5. If you are not ready to use the levain when it is ripe, it can be refrigerated for up to a couple days.

 

Final Dough

 

Ingredient

Wt (g)

AP flour

270

Whole wheat flour

42

Whole rye flour

88

Water (85-90ºF)

310

Salt

10

Walnut pieces (toasted)

100

Dried figs (coarsely diced)

100

Levain

180

Total

1100

Procedure

  1. Toast the walnut pieces at 300ºF for 9 minutes. Cool completely.

  2. Cut the figs (Calmyrna, preferred) into pieces about marble-sized. Place in a sieve and rinse under running water. Place the sieve with the figs over a bowl to drain.

  3. In a large bowl, mix the flours and the water to a shaggy mass. Cover the bowl and let it rest (autolyse) for 20-60 minutes.

  4. Sprinkle the salt over the dough, then add the ripe levain in 4-6 portions.

  5. Using a spatula or your hands, mix the dough to evenly distribute the salt and levain. Note: My preferred method is by hand. I wear a food-grade “rubber” glove, dip the fingers in water frequently and use the French technique of squeezing the dough between my fingers many times, alternating with stretching and folding the dough.

  6. When you feel the ingredients are thoroughly mixed, transfer the dough to a clean, lightly oiled clean container and cover it.

  7. Bulk ferment for 50 minutes.

  8. Transfer the dough to a floured board. Stretch is to a rectangle about 12 X 18”. Distribute the figs and walnuts evenly over the surface of the stretched out dough. Fold the dough. Repeat the stretching and folding a few times to distribute the figs and nuts evenly. Return the dough to the bowl and cover.

  9. Bulk ferment for another 50 minutes. Do another stretch and fold and return the dough to the bowl.

  10. Bulk ferment for another 50-90 minutes. The dough should be well aerated.

  11. Transfer the dough to the board and pre-shape as a ball. Cover with a cloth and let the dough relax for 10-30 minutes.

  12. Transfer the loaf to a well-floured banneton or brotform. Note: flouring the banneton/brotformen with a 50/50 mix of AP and Rice flour works best to prevent the dough from sticking to the proofing basket. Place the loaf in the basket in a food-grade plastic bag or cover well otherwise. Let the dough relax and start proofing at room temperature for a half hour or so.

  13. Refrigerate for 8-12 hours.

  1. Take the loaf out of the fridge but leave covered.

  2. With a baking stone on the oven's middle rack and your steaming apparatus of choice in place, pre-heat the oven to 500ºF for 45-60 minutes.

  3. Allow the loaf to proof for up to 90 minutes. It can be baked right out of the fridge I am told. (I never have done that.)

  4. Uncover the loaf and sprinkle it with semolina or cornmeal.

  5. Transfer the loaf to a peel and score as desired.

  6. Turn down the oven temperature to 460ºF. Steam your oven and transfer the loaf to the baking stone. Note: My method of oven steaming uses a 9” cast iron skillet filled with the kind of lava rocks used with gas grills. This is pre-heated along with my baking stone. The skillet sits off to the side on an oven rack below the one that holds the baking stone. To generate steam, I fill a perforated pie tin with a single layer of ice cubes. This is rested on top of the lava rocks just before I load the loaves onto the pizza stone.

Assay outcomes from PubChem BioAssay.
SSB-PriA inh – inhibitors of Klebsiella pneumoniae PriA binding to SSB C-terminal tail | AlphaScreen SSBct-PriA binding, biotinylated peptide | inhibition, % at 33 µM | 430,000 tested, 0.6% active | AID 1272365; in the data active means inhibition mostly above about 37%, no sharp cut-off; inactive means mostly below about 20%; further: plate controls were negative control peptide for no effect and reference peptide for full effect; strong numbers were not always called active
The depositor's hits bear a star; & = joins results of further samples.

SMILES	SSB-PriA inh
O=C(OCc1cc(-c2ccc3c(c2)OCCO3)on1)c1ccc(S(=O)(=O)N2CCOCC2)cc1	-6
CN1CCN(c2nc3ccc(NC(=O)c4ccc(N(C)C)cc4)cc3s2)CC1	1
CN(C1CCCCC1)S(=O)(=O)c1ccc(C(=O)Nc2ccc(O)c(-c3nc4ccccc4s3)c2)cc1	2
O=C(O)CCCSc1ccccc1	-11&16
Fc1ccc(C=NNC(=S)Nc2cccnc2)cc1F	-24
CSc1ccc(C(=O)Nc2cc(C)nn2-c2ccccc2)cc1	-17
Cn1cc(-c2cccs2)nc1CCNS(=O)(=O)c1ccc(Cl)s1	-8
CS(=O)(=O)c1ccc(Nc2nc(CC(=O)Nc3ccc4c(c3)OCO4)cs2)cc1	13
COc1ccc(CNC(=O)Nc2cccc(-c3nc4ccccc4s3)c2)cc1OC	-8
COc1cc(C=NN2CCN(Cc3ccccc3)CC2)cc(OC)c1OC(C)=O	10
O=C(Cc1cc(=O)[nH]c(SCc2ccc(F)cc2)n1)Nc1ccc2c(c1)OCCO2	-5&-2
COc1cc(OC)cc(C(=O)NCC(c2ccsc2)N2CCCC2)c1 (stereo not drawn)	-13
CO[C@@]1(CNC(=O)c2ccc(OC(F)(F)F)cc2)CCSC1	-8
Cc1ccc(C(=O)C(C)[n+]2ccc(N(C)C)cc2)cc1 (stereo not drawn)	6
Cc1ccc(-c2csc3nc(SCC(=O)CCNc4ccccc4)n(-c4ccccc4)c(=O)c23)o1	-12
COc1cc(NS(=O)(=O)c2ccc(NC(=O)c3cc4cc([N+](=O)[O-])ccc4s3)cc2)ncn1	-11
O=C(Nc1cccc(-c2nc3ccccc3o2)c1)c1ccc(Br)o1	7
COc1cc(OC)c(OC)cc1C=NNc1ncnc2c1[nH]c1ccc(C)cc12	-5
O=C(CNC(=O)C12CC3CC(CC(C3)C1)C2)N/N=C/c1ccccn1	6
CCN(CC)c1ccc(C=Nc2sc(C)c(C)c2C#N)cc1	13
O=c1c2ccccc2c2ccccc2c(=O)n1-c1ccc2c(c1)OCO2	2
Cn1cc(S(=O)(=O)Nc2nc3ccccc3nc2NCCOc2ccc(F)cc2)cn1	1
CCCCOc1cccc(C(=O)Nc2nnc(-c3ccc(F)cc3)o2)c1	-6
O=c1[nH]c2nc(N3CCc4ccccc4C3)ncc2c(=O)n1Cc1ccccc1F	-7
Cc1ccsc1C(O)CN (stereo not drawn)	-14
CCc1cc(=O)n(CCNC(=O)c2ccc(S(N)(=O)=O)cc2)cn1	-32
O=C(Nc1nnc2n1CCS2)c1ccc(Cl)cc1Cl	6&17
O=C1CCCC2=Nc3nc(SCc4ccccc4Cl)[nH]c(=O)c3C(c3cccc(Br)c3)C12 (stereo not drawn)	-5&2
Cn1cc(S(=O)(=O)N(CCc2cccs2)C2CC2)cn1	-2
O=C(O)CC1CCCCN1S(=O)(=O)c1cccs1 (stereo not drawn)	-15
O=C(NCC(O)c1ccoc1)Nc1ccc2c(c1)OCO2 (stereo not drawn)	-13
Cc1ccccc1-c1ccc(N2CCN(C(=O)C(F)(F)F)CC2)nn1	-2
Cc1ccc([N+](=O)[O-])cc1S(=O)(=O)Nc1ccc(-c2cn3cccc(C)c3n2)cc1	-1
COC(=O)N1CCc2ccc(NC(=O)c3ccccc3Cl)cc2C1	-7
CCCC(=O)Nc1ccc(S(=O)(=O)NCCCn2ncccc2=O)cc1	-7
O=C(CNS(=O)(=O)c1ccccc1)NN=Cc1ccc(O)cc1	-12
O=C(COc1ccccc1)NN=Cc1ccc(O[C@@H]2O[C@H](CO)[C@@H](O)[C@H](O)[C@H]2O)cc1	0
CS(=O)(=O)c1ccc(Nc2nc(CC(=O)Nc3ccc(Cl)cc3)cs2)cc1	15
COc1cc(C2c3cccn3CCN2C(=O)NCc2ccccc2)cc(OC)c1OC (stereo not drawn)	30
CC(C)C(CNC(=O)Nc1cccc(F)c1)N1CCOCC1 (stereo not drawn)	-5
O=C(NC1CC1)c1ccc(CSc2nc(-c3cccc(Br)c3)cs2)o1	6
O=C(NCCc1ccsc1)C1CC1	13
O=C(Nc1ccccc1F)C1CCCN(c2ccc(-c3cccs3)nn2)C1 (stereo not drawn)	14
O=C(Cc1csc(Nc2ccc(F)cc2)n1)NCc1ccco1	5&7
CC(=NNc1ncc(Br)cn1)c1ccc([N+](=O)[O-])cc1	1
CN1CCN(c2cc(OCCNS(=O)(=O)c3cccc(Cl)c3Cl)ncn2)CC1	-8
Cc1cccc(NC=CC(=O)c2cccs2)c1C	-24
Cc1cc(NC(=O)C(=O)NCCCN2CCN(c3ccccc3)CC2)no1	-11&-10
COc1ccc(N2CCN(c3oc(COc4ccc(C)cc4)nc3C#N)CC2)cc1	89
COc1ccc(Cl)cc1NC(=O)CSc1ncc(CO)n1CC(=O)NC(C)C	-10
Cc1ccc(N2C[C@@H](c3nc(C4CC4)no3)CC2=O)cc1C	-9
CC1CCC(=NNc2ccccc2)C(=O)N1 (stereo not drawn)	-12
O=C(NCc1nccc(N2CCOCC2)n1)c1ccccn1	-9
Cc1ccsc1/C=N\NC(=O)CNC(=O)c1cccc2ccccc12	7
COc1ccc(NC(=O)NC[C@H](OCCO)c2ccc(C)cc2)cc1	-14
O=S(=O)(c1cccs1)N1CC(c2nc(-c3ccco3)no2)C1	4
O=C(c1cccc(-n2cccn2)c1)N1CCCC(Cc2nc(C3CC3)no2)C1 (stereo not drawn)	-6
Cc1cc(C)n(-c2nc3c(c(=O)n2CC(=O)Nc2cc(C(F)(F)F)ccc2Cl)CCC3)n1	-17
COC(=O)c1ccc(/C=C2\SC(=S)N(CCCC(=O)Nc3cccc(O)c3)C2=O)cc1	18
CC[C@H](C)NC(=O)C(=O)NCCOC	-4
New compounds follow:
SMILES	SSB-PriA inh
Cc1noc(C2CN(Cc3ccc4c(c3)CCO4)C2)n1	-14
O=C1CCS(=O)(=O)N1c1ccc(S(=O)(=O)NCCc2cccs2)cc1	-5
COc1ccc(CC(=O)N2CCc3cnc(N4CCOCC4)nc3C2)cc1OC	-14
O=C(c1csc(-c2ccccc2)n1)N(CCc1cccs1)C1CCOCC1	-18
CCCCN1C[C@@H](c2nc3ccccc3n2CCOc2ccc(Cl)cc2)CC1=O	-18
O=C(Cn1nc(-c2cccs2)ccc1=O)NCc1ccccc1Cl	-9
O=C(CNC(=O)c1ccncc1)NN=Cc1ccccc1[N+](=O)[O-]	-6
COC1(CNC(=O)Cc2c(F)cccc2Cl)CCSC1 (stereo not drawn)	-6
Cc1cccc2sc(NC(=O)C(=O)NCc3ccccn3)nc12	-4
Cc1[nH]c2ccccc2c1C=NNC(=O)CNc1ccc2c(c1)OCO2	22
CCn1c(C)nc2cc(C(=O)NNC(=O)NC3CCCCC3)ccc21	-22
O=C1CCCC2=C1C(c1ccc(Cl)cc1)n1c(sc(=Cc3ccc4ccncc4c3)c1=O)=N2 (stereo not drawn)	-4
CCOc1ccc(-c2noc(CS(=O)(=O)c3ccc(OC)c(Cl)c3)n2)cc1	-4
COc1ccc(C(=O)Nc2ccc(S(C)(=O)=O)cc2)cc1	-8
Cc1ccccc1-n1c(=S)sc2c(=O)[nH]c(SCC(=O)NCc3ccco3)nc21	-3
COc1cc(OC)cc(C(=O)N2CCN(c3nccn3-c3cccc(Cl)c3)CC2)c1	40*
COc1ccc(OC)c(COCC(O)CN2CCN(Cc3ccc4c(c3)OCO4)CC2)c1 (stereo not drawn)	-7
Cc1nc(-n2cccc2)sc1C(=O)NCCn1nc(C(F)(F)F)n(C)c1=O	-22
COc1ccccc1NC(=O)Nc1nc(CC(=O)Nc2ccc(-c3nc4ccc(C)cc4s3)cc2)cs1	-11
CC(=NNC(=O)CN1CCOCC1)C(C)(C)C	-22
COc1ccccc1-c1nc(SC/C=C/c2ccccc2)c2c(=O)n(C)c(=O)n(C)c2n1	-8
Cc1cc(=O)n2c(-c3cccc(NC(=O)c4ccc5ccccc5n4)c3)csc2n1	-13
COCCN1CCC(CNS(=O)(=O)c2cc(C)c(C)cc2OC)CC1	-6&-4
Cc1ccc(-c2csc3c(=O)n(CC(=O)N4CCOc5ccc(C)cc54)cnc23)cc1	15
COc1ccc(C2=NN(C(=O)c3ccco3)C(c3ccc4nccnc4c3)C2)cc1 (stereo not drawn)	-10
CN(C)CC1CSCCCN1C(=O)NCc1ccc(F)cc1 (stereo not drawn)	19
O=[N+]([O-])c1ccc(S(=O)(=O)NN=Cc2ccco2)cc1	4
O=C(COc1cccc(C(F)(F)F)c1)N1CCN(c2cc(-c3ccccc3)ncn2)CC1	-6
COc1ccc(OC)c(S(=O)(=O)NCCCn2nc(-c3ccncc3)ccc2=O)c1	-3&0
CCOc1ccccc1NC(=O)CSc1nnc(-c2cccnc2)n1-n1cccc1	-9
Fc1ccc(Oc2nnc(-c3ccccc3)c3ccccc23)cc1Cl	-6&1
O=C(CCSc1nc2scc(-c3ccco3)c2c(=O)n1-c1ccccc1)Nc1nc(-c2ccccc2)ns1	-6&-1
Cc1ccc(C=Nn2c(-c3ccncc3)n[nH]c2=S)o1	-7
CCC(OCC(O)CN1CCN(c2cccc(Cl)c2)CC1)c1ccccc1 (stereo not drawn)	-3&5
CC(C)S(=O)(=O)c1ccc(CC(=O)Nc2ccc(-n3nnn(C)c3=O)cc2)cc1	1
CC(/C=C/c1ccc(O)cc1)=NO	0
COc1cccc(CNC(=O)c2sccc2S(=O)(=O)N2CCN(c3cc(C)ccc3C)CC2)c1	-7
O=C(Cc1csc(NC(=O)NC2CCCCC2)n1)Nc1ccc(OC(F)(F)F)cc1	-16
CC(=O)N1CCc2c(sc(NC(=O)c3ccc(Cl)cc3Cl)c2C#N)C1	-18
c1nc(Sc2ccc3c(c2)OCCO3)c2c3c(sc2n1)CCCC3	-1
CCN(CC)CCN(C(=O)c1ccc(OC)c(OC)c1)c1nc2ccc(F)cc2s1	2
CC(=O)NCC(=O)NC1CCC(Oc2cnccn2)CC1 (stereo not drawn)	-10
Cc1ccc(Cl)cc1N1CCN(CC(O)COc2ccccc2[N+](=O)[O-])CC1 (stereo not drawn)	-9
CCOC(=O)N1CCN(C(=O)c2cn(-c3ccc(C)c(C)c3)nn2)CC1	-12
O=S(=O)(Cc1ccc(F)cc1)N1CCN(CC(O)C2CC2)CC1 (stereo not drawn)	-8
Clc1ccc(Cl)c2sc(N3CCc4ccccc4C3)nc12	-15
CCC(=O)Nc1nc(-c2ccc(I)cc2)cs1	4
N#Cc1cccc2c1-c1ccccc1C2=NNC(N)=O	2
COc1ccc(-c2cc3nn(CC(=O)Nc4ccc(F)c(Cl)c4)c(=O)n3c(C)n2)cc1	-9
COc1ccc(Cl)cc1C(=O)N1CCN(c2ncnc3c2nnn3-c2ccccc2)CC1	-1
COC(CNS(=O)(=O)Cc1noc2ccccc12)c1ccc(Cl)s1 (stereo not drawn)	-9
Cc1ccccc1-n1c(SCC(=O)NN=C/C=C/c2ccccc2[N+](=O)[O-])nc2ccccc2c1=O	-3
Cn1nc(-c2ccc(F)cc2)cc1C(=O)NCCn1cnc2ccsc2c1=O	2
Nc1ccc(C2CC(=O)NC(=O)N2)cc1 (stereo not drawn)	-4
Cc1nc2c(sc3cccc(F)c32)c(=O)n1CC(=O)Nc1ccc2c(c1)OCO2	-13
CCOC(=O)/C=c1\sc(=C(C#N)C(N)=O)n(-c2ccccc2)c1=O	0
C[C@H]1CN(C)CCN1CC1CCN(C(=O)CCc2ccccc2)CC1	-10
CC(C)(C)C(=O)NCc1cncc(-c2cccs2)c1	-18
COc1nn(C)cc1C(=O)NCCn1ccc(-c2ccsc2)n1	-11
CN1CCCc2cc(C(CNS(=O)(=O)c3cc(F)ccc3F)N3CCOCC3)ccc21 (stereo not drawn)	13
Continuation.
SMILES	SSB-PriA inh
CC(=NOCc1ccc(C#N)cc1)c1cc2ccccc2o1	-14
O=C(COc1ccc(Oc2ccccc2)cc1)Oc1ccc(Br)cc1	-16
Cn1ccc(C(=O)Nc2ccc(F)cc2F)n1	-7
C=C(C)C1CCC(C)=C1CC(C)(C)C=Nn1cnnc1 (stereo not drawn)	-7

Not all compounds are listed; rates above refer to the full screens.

7. After 15 minutes, remove the steam apparatus.

  8. If you have a convection oven, switch to convection-bake at 435ºF. Otherwise, leave the oven at 460ºF conventional bake. Bake for another 30-35 minutes. Check the loaf after 30 minutes. If it is not fully baked but is getting too dark, turn down the oven temperature by 10ºF or so and bake until fully baked.

  9. The loaf is fully baked when the crust is darkly colored, tapping the bottom of the loaf gives a hollow sound and the internal loaf temperature is 205ºF or higher.

  10. Remove the loaf to a cooling rack and cool completely before slicing.

 

 

Enjoy!

David

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dmsnyder

I had made sourdough pita breads a few months ago with 50% whole wheat flour. They were much better than "store bought," as everything I had read led me to expect. I had experimented with two methods of shaping - rolling out versus stretching (like a pizza) - and thought rolling out had better results (a surprise). I also didn't allow any proofing time. I divided, shaped and baked. This time, I shaped all the pitas by rolling and allowed a rather brief proof period - about 10-15 minutes. I think this improved the puffing out of the pitas. I had some, still warm out of the oven, with hummus and olives as appetizers for my dinner tonight (chicken cacciatore and broccolini).

I've been meaning to make sourdough bagels for a long time. "Long time," in this case, means I found I had asked TFL member rossnroller to share his recipe back in 2010. I finally got around to doing it. Although I didn't use Ross's recipe but converted Hamelman's bagel recipe in "Bread," which has worked well for me in the past, to a sourdough version. I think they turned out pretty well.

Finally, I also baked a couple loaves of what has been my favorite "daily bread" for the past several months. It is roughly based on Forkish's "Field Blend #2.j

Happy baking!

David